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Grammy Award for Best Traditional R&B Performance

From Wikipedia, the free encyclopedia

Grammy Award for Best Traditional R&B Performance
Awarded forquality traditional R&B vocal performances
CountryUnited States
Presented byNational Academy of Recording Arts and Sciences
First awarded1999
Currently held byLizzo, "Jerome" (2020)

The Grammy Award for Best Traditional R&B Performance is an accolade presented at the Grammy Awards, a ceremony that was established in 1958 and originally named the Gramophone Awards,[1] to performers of quality traditional R&B vocal performances. The award was first given in 1999; until 2003, only albums were nominated, now just singles or tracks are. Honors in several categories are presented at the ceremony annually by the National Academy of Recording Arts and Sciences of the United States to "honor artistic achievement, technical proficiency and overall excellence in the recording industry, without regard to album sales or chart position."[2]

Between 1999 and 2002, this accolade was originally known as Best Traditional R&B Vocal Album. It was renamed in 2003 as Best Traditional R&B Vocal Performance. Since 2012, the category has been known as Best Traditional R&B Performance.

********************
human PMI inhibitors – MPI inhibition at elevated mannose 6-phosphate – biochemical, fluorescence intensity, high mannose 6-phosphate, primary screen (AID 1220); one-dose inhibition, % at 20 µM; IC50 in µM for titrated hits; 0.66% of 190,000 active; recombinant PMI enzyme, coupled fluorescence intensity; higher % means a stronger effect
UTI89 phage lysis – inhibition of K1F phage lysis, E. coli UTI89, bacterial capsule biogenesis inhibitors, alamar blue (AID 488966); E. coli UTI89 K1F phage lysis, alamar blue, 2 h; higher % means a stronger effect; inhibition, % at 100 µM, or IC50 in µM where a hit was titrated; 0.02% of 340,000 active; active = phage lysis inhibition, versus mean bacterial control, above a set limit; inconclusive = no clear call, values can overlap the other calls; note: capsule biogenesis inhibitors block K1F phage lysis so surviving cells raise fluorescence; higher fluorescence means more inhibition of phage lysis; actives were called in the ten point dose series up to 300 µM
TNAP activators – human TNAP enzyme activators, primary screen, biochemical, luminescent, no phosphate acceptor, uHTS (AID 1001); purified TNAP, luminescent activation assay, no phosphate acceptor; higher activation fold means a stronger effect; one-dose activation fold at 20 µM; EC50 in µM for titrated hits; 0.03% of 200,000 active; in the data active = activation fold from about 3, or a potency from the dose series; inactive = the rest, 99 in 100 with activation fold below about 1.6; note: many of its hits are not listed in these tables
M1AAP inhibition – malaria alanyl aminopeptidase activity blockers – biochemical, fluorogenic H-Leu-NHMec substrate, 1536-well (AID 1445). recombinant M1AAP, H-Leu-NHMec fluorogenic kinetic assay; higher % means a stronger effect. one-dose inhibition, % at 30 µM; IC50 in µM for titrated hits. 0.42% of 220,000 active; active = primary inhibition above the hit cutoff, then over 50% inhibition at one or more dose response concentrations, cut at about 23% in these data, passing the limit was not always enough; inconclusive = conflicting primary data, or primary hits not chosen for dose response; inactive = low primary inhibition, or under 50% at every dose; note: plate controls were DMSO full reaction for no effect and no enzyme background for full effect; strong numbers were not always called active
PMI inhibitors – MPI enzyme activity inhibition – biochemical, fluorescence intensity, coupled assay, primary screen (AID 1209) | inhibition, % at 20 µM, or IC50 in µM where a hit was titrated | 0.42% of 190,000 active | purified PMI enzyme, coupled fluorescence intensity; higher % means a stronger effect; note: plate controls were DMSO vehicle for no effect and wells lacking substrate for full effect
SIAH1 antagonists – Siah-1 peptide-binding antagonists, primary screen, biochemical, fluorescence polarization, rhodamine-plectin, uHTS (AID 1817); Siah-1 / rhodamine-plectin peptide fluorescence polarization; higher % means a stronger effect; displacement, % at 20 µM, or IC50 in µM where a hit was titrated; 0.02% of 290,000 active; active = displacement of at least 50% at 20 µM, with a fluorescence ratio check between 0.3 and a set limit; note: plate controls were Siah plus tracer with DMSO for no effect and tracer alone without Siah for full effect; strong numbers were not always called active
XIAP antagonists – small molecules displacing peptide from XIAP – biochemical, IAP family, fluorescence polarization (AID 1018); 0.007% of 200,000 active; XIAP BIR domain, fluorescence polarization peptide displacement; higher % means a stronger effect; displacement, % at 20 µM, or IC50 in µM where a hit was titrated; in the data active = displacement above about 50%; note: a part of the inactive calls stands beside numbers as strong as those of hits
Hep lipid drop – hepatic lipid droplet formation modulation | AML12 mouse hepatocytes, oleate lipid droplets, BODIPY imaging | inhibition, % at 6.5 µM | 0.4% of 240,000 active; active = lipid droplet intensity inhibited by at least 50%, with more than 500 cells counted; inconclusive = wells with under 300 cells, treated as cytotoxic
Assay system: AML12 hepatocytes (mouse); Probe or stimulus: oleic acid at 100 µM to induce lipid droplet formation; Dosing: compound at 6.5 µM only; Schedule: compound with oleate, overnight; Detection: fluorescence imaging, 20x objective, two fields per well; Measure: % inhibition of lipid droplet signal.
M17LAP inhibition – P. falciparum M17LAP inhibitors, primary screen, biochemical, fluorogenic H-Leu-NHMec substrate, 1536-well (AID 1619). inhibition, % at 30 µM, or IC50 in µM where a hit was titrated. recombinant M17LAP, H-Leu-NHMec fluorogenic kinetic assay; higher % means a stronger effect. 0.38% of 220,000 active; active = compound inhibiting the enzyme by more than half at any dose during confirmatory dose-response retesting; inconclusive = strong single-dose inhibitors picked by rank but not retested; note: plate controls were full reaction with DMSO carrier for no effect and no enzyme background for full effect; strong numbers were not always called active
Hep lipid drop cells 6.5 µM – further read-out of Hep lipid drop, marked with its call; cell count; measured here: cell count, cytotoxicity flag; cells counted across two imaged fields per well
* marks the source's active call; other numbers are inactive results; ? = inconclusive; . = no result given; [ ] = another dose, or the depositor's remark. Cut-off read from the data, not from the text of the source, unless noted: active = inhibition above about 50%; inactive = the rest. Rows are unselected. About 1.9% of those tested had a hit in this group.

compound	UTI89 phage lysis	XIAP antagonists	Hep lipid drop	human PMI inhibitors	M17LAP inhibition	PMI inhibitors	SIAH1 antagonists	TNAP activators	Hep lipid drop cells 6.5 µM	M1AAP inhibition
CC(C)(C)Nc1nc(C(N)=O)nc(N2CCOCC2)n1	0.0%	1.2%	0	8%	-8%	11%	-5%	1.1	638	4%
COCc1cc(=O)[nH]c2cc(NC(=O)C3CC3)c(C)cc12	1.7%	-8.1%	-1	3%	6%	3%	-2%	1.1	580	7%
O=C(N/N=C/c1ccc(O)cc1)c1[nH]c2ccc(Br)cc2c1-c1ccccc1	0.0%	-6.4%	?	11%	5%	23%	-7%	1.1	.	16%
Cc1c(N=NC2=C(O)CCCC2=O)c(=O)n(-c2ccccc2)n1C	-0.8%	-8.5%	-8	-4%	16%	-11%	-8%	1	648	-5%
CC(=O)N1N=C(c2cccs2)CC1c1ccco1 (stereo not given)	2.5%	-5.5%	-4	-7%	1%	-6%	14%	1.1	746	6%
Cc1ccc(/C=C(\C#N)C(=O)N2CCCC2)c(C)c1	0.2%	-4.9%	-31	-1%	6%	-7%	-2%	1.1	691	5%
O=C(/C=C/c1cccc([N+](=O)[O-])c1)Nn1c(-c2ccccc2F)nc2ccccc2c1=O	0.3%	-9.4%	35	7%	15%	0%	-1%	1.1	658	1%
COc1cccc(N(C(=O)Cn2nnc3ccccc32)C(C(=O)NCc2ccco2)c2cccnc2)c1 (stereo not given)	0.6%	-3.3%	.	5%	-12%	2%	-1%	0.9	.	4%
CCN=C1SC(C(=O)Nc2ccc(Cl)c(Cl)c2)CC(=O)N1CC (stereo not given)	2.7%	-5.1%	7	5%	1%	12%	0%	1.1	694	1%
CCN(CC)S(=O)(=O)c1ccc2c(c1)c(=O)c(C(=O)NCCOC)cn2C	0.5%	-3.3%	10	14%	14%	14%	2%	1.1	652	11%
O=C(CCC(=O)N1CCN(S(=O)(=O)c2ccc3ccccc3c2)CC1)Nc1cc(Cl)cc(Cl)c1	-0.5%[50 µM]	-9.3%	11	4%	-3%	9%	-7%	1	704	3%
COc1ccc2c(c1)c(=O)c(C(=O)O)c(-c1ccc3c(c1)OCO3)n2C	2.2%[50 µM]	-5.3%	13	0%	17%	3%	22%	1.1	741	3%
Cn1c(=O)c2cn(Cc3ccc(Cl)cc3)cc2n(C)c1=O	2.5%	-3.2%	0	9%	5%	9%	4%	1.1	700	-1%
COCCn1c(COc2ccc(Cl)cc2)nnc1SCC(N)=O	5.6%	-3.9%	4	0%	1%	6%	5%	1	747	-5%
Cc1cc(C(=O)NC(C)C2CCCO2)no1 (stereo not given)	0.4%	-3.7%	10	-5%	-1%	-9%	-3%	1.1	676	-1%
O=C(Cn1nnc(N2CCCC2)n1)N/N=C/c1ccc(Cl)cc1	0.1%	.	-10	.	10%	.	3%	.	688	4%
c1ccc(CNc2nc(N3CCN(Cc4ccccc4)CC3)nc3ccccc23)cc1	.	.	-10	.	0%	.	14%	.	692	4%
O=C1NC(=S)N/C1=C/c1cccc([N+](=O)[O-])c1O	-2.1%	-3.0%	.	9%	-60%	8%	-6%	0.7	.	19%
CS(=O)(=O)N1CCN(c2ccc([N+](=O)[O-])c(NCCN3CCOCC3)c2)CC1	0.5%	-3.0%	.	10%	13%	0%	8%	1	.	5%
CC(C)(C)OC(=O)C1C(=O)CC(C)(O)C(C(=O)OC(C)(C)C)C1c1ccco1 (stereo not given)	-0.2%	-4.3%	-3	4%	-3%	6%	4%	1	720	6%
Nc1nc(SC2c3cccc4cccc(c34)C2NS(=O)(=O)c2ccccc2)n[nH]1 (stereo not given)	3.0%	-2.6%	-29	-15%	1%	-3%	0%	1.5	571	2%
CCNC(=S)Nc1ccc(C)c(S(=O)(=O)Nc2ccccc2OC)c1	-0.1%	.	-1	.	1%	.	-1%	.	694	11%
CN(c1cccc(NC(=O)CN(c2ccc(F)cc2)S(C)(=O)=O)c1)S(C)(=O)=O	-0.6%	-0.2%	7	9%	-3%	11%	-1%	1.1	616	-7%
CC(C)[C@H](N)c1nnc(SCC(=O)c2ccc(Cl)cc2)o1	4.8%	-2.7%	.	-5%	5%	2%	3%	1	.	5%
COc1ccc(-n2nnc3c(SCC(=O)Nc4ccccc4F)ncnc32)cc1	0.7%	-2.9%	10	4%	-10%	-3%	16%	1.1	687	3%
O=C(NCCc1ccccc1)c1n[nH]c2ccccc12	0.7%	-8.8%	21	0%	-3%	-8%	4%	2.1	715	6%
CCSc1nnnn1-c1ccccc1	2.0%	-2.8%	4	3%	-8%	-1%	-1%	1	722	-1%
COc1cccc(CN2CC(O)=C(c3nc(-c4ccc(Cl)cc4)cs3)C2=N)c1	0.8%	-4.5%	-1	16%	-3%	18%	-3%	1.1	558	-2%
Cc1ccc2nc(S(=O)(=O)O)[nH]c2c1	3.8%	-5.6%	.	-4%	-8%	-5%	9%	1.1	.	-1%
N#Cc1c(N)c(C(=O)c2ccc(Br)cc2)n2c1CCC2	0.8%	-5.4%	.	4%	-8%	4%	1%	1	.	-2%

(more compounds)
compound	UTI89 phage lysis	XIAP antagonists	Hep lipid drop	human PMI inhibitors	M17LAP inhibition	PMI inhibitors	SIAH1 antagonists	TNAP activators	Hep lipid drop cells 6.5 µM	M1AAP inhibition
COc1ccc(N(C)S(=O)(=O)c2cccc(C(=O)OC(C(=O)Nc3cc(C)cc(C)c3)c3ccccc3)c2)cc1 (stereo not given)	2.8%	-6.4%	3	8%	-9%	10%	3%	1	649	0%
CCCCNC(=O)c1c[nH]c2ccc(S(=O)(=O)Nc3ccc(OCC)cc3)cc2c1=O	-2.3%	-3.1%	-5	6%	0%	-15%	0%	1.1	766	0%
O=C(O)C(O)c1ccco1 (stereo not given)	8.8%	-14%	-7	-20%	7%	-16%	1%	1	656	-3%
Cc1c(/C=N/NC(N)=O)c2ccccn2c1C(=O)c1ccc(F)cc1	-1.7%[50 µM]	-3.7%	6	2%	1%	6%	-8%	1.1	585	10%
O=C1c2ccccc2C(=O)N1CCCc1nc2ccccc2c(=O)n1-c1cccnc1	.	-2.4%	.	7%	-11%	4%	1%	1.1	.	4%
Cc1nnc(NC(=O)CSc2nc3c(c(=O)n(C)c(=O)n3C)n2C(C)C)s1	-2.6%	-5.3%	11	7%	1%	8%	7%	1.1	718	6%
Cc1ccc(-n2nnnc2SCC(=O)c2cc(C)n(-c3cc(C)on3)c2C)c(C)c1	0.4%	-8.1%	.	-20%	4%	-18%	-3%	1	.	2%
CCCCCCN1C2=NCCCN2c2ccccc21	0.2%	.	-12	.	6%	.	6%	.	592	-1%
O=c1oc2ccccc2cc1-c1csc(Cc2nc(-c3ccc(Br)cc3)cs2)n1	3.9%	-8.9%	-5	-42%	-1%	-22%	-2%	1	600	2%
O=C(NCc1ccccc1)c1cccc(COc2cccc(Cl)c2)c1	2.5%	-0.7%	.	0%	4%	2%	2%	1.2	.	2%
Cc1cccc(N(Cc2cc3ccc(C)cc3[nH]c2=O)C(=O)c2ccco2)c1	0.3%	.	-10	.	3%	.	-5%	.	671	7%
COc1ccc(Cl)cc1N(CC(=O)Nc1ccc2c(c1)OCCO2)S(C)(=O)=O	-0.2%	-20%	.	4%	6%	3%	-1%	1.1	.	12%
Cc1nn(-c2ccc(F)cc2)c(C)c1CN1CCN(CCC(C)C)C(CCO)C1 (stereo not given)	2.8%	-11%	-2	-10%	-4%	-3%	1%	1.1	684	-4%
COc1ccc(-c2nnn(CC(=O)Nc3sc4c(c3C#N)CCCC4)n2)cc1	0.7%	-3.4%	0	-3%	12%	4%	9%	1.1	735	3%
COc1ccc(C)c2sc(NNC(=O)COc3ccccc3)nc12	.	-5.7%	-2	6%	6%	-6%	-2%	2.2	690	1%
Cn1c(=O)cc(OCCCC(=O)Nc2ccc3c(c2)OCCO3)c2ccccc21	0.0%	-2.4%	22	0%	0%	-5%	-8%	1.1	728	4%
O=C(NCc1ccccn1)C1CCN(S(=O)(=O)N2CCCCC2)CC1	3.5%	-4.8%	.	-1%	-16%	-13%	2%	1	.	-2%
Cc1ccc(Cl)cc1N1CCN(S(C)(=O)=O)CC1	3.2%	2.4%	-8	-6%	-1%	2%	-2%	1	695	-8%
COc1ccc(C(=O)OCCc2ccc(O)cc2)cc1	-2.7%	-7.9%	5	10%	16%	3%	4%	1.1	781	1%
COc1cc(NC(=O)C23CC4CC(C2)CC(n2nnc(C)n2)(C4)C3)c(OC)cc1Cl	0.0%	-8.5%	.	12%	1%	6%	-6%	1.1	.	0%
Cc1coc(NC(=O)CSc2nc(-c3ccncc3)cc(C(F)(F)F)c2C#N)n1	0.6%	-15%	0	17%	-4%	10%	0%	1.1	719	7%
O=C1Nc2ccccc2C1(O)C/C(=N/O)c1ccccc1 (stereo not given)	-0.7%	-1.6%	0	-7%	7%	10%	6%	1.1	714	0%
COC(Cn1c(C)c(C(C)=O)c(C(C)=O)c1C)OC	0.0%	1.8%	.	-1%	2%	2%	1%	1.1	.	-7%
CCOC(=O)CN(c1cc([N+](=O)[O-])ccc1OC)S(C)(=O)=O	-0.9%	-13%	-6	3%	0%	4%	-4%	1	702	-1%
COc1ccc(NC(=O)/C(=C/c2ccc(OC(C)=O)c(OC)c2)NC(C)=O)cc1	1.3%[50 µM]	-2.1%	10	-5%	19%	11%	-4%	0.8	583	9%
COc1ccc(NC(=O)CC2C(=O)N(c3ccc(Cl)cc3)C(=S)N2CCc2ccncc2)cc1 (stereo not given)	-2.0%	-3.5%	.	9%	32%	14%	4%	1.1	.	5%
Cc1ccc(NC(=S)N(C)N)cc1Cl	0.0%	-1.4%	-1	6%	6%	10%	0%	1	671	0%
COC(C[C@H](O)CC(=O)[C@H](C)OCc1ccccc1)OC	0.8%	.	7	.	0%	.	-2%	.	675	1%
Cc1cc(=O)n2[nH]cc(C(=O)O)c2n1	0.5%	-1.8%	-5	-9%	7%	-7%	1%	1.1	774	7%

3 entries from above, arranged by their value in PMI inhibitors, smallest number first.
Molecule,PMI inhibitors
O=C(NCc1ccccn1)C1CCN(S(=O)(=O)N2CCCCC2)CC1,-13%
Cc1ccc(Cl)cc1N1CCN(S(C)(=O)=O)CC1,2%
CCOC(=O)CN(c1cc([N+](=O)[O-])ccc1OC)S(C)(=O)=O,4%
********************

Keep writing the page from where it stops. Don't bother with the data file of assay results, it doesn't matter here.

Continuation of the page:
The award goes to the artist. The producer, engineer and songwriter can apply for a Winners Certificate[3].

Lalah Hathaway has the most wins (3) in this category. Anthony Hamilton has the most nominations (5) in this category.


An image of an African-American woman wearing a shirt green dress whilst singing into a microphone that she is holding with her right hand. She has short black hair and is also wearing large silver earrings.
Patti LaBelle was the first winner in this category with "Live! One Night Only" in 1999.
A picture of an African-American woman singing into a microphone that she is holding with her left hand. She is wearing a light grey hat and gloves with a dark grey coat. People can be seen sitting in the background.
Aretha Franklin first won the award in 2004 for "Wonderful" and won again at the 2006 ceremony for "A House Is Not a Home".
A picture of a man wearing dark-lensed sunglasses in the daytime. He has his head tilted to his right and is wearing grey clothing.